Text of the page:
Circulation 122,210 • Volume 32, No. 3 • February 2018   Issue PDF

Flip-Flops and Spinal Catheters

To the Editor:

Since the Second World War, flip-flops have become an increasingly popular footwear in the United States. Nevertheless, most would agree that their wear is not appropriate in every situation and opinion might differ on what is unacceptable, acceptable, or even desired. Flips-flops at the communal pool seem appropriate, but flip-flops at a wedding may not be. What if it was a beach wedding? What about on an ascent to Machu Picchu?

What is a reasonable idea in one place might be a bad choice in different circumstances. Decisions, therefore, need to be made in the context of the surroundings.

Recently, one of our residents placed an intraspinal catheter after an inadvertent dural puncture in a laboring patient. Although this is not routinely done at our institution and the resident had no experience with this type of catheter, he defended his decision to leave the catheter in situ with numerous articles stating the safety and potential benefits of spinal catheters.1,2 Our case highlights the need to explain and discuss with residents if and under what circumstances results from the current literature can be safely translated into daily practice.

Our resident failed to recognize that unfamiliarity with a spinal catheter could lead to devastating consequences for the mother as well as for the baby if the catheter was to be mistaken to be in the epidural space. For example, opioid dosages for epidural versus intrathecal administration are substantially different and could lead to unexpected respiratory depression if the typical epidural dose was given intrathecally. Consequences include hypoxemia leading to cardiac arrest, irreversible brain damage, and even death. The updated guidelines of the American Society of Anesthesiologists from 2016 regarding neuraxial opioid administration discuss appropriate considerations to prevent, detect, and manage respiratory compromise.3 For example, in order to reduce the risk of respiratory depression, they advise using the lowest effective dose of an intrathecal opioid. An epidural dose given intrathecally would typically be far higher than needed or desired. The practice guidelines for obstetric anesthesia by the American Society of Anesthesiologists do not contain specific recommendations for the use of intraspinal catheters.4 However, it is clear that an accidental epidural dose given intrathecally could result in serious patient harm.5

Our concern was that a clinician would administer a presumed epidural bolus during an attempt to increase the anesthetic level or with the aim to convert to a surgical block for cesarean section. This could lead to a high spinal and consequently severe complications. Therefore, as a department, we agreed with the attending, who upon notification of the spinal catheter, ordered the removal of the intraspinal catheter and subsequent replacement with an epidural catheter. Currently, our department has not agreed upon a clear protocol about how to label and handle intraspinal catheters. Further, education on spinal catheters had not been provided to anesthesia and other labor and delivery staff. Until this has been achieved, we feel that despite the numerous publications stating the safety of intrathecal catheters, we are just not in the “right place” as yet.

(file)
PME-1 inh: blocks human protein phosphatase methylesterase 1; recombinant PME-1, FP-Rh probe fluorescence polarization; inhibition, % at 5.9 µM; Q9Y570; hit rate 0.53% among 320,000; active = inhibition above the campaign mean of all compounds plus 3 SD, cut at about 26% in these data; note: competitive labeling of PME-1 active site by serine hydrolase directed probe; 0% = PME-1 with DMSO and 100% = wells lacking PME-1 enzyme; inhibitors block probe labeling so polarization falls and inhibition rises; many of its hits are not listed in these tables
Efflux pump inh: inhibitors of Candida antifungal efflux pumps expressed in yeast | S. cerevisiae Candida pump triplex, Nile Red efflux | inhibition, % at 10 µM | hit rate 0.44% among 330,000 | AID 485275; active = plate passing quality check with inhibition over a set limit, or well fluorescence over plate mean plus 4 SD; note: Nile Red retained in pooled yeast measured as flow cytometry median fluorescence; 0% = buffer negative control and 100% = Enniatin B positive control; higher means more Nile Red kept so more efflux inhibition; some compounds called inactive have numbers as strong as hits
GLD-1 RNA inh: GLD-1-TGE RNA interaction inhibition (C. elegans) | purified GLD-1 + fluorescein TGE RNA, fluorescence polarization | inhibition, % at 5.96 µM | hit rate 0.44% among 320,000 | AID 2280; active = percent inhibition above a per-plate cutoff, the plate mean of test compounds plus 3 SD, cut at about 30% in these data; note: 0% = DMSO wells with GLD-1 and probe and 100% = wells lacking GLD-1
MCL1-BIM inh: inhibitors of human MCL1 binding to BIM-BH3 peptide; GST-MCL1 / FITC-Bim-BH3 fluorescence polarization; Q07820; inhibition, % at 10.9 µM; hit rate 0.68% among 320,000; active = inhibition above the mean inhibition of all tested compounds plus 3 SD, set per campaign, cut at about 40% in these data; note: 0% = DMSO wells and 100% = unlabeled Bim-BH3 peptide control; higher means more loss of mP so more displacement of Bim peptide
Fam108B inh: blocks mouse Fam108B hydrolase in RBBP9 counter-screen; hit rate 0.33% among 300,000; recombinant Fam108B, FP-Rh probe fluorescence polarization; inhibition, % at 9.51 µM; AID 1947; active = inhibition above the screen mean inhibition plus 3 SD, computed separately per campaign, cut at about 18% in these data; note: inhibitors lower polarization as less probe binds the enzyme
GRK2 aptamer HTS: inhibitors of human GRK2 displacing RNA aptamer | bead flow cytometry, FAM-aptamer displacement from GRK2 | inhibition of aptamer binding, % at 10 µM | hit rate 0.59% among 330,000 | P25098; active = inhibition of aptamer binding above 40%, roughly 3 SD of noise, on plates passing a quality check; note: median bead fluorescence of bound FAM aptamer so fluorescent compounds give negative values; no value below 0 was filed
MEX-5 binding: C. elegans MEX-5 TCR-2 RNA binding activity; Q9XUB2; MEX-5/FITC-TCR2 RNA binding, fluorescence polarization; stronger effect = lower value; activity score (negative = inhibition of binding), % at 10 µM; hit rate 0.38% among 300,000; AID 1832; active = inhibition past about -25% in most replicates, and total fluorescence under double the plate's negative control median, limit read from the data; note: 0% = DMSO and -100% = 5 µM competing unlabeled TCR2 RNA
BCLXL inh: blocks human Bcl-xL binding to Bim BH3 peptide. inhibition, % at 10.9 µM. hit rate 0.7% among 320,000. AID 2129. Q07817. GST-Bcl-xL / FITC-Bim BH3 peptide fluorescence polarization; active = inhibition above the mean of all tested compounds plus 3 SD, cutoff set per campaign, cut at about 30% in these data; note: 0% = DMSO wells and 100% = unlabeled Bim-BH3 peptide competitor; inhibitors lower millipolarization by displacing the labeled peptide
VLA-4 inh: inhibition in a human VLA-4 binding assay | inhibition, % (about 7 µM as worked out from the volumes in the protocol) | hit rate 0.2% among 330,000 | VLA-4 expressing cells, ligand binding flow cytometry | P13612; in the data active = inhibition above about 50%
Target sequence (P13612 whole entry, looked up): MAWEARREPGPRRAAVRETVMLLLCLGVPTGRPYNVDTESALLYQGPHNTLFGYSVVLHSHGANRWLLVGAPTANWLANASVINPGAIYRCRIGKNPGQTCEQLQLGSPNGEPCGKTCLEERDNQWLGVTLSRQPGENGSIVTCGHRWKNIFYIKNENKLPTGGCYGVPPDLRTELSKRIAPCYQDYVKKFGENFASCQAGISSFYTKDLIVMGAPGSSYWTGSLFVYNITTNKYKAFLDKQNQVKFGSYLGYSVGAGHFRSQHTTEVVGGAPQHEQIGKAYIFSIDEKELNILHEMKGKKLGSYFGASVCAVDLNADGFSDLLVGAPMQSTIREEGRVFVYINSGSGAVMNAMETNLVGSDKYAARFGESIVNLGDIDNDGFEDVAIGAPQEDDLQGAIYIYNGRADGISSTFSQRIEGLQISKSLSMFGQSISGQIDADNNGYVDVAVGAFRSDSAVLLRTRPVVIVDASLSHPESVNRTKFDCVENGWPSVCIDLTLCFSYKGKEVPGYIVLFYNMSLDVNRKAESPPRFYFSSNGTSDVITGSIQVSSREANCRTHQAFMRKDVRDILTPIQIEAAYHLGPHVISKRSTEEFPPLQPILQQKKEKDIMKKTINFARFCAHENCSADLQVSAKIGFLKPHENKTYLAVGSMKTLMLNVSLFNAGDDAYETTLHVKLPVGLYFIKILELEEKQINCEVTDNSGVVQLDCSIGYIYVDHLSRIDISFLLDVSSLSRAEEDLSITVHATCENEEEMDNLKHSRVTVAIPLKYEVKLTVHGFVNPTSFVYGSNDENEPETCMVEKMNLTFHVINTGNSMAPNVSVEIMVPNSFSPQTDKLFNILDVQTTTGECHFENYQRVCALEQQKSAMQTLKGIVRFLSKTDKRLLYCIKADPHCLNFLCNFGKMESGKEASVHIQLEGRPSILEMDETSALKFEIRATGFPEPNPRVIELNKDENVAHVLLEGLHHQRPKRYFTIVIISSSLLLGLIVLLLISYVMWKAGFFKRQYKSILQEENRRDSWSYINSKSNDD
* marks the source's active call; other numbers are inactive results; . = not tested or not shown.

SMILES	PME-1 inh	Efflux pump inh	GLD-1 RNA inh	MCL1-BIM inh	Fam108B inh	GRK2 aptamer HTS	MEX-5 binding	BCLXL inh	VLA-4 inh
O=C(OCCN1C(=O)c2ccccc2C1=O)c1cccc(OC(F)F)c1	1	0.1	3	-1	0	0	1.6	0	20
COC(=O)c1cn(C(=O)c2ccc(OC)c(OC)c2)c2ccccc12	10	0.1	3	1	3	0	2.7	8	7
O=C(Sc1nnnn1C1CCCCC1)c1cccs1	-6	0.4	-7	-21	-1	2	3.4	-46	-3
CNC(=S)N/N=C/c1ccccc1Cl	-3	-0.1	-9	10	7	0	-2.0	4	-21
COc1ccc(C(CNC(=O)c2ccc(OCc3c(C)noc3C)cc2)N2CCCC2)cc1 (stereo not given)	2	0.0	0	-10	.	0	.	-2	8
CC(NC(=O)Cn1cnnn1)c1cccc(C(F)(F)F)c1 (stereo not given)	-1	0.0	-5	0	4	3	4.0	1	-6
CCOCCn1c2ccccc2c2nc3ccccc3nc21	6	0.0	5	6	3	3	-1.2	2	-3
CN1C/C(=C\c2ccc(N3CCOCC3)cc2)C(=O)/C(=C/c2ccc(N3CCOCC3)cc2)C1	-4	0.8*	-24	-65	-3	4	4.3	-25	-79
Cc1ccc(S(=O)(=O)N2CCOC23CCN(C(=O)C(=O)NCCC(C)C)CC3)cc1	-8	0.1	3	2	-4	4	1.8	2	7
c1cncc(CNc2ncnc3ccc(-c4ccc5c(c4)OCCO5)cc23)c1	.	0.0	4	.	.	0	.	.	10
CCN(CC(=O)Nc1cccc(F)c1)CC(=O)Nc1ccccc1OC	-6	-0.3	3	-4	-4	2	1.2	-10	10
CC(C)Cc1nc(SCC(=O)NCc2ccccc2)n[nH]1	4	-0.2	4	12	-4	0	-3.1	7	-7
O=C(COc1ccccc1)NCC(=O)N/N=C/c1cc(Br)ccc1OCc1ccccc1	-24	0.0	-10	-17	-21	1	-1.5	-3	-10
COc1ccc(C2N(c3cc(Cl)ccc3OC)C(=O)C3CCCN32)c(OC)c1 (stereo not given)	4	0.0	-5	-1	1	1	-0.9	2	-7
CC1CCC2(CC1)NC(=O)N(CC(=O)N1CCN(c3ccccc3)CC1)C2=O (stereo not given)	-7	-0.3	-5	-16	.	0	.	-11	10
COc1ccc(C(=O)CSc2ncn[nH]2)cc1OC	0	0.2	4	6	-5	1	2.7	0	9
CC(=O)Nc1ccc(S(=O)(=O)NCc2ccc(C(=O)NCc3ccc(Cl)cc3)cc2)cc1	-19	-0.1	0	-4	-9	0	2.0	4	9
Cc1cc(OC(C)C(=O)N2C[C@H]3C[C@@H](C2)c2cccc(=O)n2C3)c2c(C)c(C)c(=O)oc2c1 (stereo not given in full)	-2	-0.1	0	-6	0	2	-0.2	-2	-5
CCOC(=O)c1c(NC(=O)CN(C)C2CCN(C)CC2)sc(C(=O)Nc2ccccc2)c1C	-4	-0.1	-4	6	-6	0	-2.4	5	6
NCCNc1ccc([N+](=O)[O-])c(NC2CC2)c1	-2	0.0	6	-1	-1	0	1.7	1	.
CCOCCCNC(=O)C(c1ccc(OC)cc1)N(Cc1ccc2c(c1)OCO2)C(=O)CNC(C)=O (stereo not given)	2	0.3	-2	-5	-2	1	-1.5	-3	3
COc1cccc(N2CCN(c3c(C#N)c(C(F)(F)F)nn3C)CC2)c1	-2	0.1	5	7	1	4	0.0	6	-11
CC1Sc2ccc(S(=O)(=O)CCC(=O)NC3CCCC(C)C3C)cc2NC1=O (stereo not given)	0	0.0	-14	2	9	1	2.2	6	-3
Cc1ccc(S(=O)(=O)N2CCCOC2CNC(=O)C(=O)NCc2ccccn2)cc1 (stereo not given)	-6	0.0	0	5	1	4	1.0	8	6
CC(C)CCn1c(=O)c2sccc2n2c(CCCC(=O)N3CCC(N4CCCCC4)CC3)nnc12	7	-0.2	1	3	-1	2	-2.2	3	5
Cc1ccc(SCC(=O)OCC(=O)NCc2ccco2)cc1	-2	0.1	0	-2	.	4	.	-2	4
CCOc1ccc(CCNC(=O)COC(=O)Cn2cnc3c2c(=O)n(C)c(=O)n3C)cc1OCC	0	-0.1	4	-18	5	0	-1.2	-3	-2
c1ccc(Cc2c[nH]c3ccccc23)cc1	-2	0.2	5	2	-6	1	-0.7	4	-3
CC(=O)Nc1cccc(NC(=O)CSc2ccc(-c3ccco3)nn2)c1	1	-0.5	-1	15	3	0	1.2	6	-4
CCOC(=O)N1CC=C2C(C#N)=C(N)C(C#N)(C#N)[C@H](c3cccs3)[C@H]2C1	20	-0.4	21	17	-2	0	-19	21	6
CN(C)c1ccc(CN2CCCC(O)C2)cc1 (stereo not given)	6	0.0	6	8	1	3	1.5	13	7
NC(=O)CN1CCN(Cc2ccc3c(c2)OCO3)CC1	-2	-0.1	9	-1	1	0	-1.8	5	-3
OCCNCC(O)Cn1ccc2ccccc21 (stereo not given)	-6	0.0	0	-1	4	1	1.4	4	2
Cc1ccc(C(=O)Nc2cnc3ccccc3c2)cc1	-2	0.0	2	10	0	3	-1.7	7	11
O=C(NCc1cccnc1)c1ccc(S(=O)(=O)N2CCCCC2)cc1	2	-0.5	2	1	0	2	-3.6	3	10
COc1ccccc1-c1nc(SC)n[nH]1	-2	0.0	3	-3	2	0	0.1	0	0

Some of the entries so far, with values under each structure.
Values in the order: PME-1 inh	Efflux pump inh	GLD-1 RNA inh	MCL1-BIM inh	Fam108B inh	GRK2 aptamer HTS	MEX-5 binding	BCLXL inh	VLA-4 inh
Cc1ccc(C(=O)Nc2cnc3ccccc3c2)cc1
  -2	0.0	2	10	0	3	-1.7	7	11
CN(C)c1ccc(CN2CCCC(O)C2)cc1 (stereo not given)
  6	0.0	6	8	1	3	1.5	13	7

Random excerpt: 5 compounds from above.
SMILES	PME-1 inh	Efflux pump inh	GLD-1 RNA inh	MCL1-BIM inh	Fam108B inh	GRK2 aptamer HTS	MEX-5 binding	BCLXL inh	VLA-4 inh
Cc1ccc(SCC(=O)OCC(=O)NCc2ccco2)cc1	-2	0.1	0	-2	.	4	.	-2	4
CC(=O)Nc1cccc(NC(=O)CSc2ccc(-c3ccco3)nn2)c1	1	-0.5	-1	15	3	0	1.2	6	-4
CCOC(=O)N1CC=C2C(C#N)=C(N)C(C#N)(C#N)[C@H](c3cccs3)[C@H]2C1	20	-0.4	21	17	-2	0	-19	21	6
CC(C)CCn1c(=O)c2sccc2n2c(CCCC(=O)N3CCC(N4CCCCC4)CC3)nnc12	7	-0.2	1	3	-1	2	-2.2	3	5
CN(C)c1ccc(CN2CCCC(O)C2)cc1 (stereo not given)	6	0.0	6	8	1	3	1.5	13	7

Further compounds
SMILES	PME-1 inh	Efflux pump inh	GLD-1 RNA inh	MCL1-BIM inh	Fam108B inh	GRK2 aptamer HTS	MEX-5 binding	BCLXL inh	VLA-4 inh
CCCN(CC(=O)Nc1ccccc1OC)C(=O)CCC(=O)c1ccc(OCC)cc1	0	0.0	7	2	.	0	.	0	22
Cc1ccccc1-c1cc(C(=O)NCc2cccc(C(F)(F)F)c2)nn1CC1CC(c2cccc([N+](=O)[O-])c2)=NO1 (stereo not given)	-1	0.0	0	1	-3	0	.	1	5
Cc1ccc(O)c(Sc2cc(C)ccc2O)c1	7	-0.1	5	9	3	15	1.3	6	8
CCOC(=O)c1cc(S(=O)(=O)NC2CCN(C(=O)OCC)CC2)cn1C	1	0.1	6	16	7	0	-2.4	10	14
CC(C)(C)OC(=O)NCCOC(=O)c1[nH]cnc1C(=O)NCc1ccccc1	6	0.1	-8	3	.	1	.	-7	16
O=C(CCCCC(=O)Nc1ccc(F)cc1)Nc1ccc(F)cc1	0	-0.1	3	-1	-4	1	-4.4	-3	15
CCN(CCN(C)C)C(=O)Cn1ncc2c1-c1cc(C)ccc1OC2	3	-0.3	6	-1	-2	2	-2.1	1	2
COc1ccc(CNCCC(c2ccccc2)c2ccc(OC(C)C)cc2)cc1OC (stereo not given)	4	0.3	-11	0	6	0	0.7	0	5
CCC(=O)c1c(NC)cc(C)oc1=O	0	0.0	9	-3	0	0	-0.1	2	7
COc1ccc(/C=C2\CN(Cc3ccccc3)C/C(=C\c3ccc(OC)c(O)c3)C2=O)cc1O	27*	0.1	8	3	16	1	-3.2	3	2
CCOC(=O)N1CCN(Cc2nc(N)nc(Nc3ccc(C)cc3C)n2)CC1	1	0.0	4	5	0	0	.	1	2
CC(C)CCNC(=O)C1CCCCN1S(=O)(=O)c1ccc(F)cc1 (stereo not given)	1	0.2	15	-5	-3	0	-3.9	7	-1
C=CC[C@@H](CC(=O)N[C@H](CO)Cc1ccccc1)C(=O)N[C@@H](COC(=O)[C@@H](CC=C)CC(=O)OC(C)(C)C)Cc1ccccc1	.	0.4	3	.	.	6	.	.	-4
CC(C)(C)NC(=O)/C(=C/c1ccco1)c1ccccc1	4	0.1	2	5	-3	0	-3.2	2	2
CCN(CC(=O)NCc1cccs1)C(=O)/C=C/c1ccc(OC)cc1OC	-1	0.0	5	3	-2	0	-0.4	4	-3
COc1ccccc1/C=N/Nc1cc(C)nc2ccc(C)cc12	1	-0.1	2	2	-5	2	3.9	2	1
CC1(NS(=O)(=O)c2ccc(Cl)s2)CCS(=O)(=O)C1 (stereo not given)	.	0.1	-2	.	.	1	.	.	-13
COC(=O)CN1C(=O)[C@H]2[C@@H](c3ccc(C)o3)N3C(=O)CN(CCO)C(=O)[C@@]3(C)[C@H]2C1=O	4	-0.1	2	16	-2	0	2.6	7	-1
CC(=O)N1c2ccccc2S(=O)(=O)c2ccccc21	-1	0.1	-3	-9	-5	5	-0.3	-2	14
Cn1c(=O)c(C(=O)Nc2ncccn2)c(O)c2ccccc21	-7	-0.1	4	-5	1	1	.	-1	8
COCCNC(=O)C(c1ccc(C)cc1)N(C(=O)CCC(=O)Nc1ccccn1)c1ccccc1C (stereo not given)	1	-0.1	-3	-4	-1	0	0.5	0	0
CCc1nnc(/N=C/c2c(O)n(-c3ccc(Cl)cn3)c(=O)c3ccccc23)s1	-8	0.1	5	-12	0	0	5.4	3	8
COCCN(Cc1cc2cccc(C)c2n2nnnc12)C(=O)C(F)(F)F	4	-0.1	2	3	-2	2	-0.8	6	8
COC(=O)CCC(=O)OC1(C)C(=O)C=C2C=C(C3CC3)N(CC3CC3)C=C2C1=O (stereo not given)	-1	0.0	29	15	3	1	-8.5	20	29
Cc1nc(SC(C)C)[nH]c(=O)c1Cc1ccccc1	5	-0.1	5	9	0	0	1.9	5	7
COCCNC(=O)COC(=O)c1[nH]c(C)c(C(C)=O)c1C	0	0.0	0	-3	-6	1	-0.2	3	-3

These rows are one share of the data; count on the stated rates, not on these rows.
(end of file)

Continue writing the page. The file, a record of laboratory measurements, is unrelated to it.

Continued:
Situational awareness errors contribute to a large proportion of anesthesia-related adverse events.6 Understanding how and if results from the current literature can be safely translated into daily practice should be part of the discussion we have to have with our residents as well as within departments.

Nina Schloemerkemper, MD
Director of Neuroanesthesia
Department of Anesthesiology
UC Davis Medical Center
Sacramento, CA

Dr. Schloemerkemper has served as a consultant for Covidien and Mizuho OSI in the past.


  1. Velickovic I, Pujic B, Baysinger CW, et al. Continuous spinal anesthesia for obstetric anesthesia and analgesia. Front Med (Lausanne) 2017;4:133.
  2. Tien, M., Peacher DF, Franz AM, et al. Failure rate and complications associated with the use of spinal catheters for the management of inadvertent dural puncture in the parturient: a retrospective comparison with re-sited epidural catheters. Curr Med Res Opin 2016;32:841–846.
  3. Practice guidelines for the prevention, detection, and management of respiratory depression associated with neuraxial opioid administration: an updated report by the American Society of Anesthesiologists Task Force on neuraxial opioids and the American Society of Regional Anesthesia and Pain Medicine. Anesthesiology 2016;124: 535–552.
  4. Practice guidelines for obstetric anesthesia: an updated report by the American Society of Anesthesiologists task force on obstetric anesthesia. Anesthesiology 2007;106:843-863. Available at Accessed December 9, 2017.
  5. Ting HY, Tsui BC. Reversal of high spinal anesthesia with cerebrospinal lavage after inadvertent intrathecal injection of local anesthetic in an obstetric patient. Canadian Journal of Anaesthesia 2014;61:1004–1007.
  6. Schulz CM, Burden A, Posner KL, et al. Frequency and type of situational awareness errors contributing to death and brain damage: a closed claims analysis. Anesthesiology 2017;127:326–337.